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Interview with agent Nikola Gjoshevski

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Gjosevski (L) and Tasevski during their trip to Thailand; photo: goal.comGjosevski (L) and Tasevski during their trip to Thailand; photo: goal.comThe next person to take part in our interview series is not an active player, but rather an agent who offered his input on the agent process in Macedonian football.

Unlike other leagues, where certain agents are very visible and very much part of the conversation, not much is known about the agent process in Macedonia.  After Darko Tasevski transferred to Bangkok Glass, it was revealed that the person next to him in many of the photos on his trip to Thailand was his agent Nikola Gjoshevski.  So, soon thereafter, we established contact with Gjoshevski to see whether he would be interested in conducting an interview with our site.  He agreed and our exchange with Nikola took place last week.

In our initial discussions, Gjoshevski stated that he represents 16 players in his agency, 4 of which are under 18 years old while the other 12 are over that age.  Nikola talked openly about several different topics, including his top priority when transferring clients abroad, the union process in Macedonia, things that he would propose to improve the conditions of the sport and the process of how agents contact teams and vice versa.

Here is our question and answer session with agent Nikola Gjoshevski:

MF: Nikola, you were formerly a player. What made you decide to pursue a career as an agent as opposed to say a coaching career?
NG: My decision to start work as an agent and my idea with my company was made 2-3 years before the end of my playing career.  I respect coaches, but I didn't see myself in that kind of role.  Actually, my idea with the player agency company was made because I wanted to use my University degree in Economics and Management, and also due to my contacts and experience that I picked up during my time as a player.  So, I was sure that the player agency company was needed in the Macedonian football market.  From this point of view, I am happy with my idea to proceed with this idea.

MF: What is your top priority when one of your clients transfers abroad? Is it the best financial offer, or maybe a long-term view to take a little less in order to join a more prestigious league?
NG: My top priority regarding the transfers of young players in abroad leagues is made with a long-term view, not the financial offer to the player.  Most of the players I represent are very young, so I would be very happy if some of them grew as players to play in the best 5 leagues around the world.  I know that is very difficult and there are many reasons for that, but I'm here to make this road easier for the players and to help them succeed in finding the right team at the right time regarding their quality level at the moment of their transfer.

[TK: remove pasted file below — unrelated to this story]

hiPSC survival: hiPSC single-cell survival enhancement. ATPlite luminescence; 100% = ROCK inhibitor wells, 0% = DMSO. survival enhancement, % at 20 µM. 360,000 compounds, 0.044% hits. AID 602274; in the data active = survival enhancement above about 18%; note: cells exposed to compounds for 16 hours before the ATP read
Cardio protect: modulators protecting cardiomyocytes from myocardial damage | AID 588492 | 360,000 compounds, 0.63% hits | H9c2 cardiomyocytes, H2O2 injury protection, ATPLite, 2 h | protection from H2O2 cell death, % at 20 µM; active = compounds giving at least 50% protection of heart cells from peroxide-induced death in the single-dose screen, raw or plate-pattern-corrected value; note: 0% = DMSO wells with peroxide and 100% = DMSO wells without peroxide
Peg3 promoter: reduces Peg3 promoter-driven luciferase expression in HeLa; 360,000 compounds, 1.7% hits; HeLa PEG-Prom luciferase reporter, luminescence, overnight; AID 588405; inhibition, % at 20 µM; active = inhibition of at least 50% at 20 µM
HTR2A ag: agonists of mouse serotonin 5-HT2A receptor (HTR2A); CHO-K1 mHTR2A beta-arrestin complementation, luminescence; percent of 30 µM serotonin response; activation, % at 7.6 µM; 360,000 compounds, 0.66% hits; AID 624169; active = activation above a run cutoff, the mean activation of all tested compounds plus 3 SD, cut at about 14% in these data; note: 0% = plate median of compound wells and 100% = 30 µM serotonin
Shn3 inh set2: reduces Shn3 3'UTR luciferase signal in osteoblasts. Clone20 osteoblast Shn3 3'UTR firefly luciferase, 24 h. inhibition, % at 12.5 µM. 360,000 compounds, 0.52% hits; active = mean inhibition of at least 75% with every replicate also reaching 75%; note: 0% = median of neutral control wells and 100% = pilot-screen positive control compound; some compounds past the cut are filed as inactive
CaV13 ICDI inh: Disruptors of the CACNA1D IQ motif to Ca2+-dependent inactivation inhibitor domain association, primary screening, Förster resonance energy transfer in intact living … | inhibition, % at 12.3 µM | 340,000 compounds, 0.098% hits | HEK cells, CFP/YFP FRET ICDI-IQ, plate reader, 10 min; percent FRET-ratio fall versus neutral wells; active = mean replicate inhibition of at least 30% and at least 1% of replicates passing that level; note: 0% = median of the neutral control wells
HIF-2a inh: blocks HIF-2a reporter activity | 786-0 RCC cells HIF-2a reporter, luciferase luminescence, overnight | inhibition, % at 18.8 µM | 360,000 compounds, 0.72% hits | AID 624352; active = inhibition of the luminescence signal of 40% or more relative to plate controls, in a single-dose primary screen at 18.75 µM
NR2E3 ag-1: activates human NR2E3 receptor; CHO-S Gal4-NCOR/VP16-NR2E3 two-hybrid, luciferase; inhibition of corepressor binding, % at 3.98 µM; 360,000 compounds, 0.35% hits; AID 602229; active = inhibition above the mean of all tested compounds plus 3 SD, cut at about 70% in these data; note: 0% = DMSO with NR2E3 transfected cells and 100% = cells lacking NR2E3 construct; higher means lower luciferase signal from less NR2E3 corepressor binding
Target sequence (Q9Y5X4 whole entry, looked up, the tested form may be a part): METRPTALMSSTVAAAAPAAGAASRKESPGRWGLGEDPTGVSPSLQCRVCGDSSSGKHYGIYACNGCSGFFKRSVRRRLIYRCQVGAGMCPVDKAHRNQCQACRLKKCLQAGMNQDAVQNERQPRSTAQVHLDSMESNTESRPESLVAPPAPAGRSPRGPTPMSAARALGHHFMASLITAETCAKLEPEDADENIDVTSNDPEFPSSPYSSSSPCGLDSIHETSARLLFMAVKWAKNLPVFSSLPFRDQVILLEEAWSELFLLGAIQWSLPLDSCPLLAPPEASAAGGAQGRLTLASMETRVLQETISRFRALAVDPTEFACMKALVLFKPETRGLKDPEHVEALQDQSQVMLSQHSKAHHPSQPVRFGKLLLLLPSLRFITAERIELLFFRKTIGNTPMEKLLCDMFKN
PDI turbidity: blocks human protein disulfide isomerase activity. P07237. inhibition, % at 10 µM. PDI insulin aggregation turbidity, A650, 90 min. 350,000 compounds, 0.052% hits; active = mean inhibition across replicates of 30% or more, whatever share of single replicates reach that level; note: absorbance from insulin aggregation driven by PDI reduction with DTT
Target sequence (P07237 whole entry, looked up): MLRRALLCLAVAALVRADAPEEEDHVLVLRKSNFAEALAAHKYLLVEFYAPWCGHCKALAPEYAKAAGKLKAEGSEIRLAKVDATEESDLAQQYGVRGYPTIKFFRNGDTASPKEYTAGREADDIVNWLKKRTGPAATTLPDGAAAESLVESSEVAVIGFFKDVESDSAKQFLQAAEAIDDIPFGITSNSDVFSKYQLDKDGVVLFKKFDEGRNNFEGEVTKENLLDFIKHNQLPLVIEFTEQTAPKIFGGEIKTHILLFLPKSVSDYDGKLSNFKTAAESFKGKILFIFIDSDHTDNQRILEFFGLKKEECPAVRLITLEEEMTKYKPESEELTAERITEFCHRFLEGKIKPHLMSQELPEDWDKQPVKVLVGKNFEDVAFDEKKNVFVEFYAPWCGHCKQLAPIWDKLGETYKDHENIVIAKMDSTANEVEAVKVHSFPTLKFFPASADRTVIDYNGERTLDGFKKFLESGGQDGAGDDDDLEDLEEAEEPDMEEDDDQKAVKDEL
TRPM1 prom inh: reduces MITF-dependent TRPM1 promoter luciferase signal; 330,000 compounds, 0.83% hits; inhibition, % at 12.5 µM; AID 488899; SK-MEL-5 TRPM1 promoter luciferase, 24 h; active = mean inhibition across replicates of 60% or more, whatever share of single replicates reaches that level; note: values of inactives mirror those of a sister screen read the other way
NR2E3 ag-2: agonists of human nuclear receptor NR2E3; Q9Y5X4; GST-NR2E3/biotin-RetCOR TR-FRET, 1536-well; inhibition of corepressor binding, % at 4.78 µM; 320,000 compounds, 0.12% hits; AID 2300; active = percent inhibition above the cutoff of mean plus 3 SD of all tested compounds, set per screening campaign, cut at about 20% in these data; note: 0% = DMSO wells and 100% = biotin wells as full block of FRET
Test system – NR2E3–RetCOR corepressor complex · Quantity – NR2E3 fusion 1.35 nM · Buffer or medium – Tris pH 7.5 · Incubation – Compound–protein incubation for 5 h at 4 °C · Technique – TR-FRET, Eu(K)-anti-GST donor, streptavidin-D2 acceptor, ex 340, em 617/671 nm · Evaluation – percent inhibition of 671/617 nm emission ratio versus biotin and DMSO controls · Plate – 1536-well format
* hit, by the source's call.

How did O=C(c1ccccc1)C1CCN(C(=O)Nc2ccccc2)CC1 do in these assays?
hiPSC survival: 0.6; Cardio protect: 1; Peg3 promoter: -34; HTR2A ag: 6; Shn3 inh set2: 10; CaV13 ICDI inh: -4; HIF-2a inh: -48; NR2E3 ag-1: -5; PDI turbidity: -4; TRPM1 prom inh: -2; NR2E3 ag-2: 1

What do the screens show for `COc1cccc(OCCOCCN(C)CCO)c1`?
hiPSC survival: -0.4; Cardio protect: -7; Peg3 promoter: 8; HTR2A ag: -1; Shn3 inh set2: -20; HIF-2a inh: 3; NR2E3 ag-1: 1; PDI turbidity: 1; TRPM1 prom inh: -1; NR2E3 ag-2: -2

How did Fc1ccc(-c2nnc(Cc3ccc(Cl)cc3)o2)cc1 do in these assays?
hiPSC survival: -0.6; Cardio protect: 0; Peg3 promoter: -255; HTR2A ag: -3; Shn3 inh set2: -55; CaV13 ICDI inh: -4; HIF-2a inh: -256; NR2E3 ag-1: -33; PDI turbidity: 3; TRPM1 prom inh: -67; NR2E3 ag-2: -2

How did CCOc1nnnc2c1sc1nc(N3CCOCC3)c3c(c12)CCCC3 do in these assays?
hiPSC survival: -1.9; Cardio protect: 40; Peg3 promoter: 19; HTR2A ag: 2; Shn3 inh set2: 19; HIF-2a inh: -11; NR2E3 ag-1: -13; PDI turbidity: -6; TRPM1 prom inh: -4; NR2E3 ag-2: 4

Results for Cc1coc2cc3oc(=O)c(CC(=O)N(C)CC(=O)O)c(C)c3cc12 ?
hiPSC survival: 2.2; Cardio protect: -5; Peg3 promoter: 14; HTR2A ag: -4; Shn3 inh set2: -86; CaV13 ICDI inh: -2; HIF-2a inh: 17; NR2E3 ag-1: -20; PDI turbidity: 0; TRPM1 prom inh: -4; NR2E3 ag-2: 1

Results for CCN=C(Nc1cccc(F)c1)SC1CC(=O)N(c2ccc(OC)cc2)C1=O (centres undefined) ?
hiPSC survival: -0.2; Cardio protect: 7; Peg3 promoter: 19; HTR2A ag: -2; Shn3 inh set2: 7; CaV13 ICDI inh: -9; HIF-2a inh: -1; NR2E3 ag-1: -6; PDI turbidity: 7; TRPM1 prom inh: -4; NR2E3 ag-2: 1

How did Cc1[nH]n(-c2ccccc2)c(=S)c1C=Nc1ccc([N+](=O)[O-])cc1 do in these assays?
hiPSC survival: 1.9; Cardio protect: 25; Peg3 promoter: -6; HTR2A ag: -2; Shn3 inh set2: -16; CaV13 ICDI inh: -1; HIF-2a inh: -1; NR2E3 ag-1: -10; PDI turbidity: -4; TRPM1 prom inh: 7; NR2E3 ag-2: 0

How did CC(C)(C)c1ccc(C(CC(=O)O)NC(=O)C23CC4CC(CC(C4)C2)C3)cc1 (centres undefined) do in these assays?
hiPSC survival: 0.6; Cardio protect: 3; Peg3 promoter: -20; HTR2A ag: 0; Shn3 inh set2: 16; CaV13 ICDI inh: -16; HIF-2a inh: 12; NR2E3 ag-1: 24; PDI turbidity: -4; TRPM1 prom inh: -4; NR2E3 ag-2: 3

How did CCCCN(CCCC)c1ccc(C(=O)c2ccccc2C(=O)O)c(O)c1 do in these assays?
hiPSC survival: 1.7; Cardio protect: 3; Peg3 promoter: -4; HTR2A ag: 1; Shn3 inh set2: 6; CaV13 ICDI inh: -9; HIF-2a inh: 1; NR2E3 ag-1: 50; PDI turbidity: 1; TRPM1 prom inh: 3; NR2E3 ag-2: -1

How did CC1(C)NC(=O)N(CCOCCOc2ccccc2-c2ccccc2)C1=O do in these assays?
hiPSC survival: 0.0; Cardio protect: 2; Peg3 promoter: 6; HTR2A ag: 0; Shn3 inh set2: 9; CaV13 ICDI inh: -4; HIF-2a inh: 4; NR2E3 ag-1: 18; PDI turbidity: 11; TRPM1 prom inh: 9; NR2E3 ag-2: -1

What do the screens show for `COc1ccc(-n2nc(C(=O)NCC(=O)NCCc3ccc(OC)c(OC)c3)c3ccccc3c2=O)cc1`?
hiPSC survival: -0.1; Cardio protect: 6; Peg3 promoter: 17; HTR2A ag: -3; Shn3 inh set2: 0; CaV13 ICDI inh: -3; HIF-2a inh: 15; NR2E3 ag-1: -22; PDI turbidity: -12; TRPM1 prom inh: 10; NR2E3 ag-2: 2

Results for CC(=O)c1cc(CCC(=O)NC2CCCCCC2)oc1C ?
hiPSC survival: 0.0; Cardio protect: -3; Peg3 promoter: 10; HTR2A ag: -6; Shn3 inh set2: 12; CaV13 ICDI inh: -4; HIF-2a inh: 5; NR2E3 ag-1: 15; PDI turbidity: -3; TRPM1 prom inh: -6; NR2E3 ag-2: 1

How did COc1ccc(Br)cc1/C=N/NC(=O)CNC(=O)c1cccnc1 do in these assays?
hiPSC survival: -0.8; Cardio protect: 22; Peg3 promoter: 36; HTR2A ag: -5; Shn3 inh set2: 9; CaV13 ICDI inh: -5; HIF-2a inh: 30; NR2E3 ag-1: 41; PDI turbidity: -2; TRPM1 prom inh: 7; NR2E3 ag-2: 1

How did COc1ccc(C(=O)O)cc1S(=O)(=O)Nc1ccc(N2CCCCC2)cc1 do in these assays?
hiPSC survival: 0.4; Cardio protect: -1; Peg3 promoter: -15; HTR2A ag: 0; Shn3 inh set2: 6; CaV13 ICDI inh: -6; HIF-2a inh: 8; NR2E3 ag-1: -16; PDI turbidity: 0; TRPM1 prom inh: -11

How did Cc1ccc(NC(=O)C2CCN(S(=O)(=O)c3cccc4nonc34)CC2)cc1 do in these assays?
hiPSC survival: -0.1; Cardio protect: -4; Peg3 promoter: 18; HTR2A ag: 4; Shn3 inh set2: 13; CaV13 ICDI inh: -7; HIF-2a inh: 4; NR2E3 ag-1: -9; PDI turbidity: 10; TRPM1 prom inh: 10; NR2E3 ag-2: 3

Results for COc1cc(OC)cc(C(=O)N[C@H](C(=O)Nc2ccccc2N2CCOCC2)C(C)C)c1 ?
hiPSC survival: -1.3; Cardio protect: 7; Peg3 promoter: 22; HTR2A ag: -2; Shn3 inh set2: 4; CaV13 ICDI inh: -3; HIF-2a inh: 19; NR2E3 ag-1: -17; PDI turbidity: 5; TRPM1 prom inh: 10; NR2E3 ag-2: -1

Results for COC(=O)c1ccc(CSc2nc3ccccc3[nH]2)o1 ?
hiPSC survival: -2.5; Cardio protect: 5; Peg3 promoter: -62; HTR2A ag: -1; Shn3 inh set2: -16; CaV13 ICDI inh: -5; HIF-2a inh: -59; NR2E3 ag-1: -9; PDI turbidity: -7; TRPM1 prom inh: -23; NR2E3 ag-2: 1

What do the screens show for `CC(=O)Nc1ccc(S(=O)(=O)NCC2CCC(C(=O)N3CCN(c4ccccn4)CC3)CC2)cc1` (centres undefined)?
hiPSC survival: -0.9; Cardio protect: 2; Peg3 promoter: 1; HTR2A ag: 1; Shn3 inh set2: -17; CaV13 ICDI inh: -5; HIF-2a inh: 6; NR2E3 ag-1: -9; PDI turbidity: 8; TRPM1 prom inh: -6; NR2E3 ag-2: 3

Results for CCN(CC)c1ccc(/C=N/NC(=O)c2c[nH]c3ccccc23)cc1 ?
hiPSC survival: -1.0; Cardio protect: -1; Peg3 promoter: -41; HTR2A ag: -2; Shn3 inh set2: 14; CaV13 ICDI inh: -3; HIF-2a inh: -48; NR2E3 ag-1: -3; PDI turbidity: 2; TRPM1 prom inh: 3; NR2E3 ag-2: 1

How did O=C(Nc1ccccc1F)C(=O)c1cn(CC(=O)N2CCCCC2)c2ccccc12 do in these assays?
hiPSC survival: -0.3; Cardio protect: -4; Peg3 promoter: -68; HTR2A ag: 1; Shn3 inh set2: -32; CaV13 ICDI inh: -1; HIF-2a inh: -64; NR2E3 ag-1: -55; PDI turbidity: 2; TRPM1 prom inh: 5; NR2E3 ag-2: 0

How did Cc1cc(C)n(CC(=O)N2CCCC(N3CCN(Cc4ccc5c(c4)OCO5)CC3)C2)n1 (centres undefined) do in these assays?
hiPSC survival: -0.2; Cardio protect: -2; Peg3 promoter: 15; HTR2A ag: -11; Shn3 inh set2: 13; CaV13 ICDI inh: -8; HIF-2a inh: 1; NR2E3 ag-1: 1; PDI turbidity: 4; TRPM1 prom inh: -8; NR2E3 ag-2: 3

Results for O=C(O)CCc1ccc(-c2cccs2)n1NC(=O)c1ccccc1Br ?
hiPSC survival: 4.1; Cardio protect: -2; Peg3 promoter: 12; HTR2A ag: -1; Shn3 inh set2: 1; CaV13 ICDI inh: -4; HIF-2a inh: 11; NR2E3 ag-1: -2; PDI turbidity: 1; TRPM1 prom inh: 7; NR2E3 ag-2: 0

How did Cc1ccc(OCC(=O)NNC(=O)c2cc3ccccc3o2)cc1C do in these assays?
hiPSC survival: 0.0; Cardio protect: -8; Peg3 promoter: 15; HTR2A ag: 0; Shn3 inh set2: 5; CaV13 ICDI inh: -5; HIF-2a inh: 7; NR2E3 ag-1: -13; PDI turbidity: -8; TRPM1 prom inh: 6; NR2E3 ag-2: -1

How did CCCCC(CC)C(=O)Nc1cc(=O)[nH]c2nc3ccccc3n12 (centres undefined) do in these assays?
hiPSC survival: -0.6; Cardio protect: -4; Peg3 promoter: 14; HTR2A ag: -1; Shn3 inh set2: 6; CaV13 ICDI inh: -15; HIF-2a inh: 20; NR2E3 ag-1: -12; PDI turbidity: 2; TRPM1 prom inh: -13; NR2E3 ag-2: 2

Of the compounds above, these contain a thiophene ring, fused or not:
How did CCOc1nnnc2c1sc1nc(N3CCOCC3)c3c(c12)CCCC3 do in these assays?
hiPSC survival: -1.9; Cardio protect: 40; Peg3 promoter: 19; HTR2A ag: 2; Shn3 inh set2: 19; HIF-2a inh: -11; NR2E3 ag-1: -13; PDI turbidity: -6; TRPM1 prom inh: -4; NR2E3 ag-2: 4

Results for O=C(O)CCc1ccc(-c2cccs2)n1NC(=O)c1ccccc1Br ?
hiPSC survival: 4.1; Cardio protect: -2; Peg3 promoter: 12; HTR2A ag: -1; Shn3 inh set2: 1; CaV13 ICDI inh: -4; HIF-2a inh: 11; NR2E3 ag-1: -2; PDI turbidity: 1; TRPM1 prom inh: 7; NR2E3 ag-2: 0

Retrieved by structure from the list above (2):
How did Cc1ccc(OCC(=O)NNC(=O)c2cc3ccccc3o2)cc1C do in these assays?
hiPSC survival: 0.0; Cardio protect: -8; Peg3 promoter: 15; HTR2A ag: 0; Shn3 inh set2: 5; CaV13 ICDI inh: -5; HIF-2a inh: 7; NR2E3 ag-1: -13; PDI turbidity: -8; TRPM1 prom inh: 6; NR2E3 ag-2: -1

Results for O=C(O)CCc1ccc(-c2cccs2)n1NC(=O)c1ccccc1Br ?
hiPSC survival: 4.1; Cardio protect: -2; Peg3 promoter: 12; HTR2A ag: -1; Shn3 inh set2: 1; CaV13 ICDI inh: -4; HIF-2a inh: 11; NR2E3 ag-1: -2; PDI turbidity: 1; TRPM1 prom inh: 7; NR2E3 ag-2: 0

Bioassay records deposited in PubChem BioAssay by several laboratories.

MF: How protected are players in the Macedonian league when it comes to receiving their salaries on time? Is there a union to protect them?
NG: Regarding this matter, for a long time players were not protected in Macedonia.  Things are changing in a good way and I know that before several months there is a union for the players in Macedonia that will protect their rights, and I wish the union to succeed.  We must follow the rules as they are in the world of football and this will have a good effect on the development level of the sport in Macedonia.  The rules must be put into practice and regarding this I expect help from the Football Federation of Macedonia.

MF: If there is one thing you can suggest to improve Macedonian football, what would it be?
NG: We discuss too often about what is needed to improve our football, and there are many things we have to do, but in short I will say three priorities: 1) more money and know-how in the management of clubs, 2) much better training facilities and 3) good coaches in the youth teams of each club to develop young players.  From that, you can see that everything is connected with money.  So, the money is the first problem that must be solved.  In this way, if I had to mention one thing (as was raised in your question), then my choice would be a new law of sports in Macedonia.  That means that the investors in football (the owners) would feel privileged to run their businesses by investing in football.

MF: Can you tell us a little bit more about the process of how you contact teams to gauge their interest in your clients? For example, how did the transfer of one of your clients, Darko Tasevski to Bangkok Glass, come about?
NG: There are many ways how agents connect with football clubs.  Sometimes the clubs make contact with the agents when they have an interest in some players, and sometimes the agents offer their players to clubs.  Regarding Darko Tasevski's transfer to Thailand, the negotiations between the clubs (those in Israel and Thailand) took more than 3 months.  I offered the player to Bangkok Glass FC and they showed big interest for Darko.  They even traveled 10 hours to watch Darko in person in Israel before they made a decision to sign him.  After their decision to take Darko, we finished the negotiations between both clubs and I am very happy that everything finished well and Darko will represent Macedonia in the Thai league.  Thailand football is developing well over the last couple of years and I hope Darko will have good moments in Thailand helping Bangkok Glass FC achieve their goals in the Thai championship.


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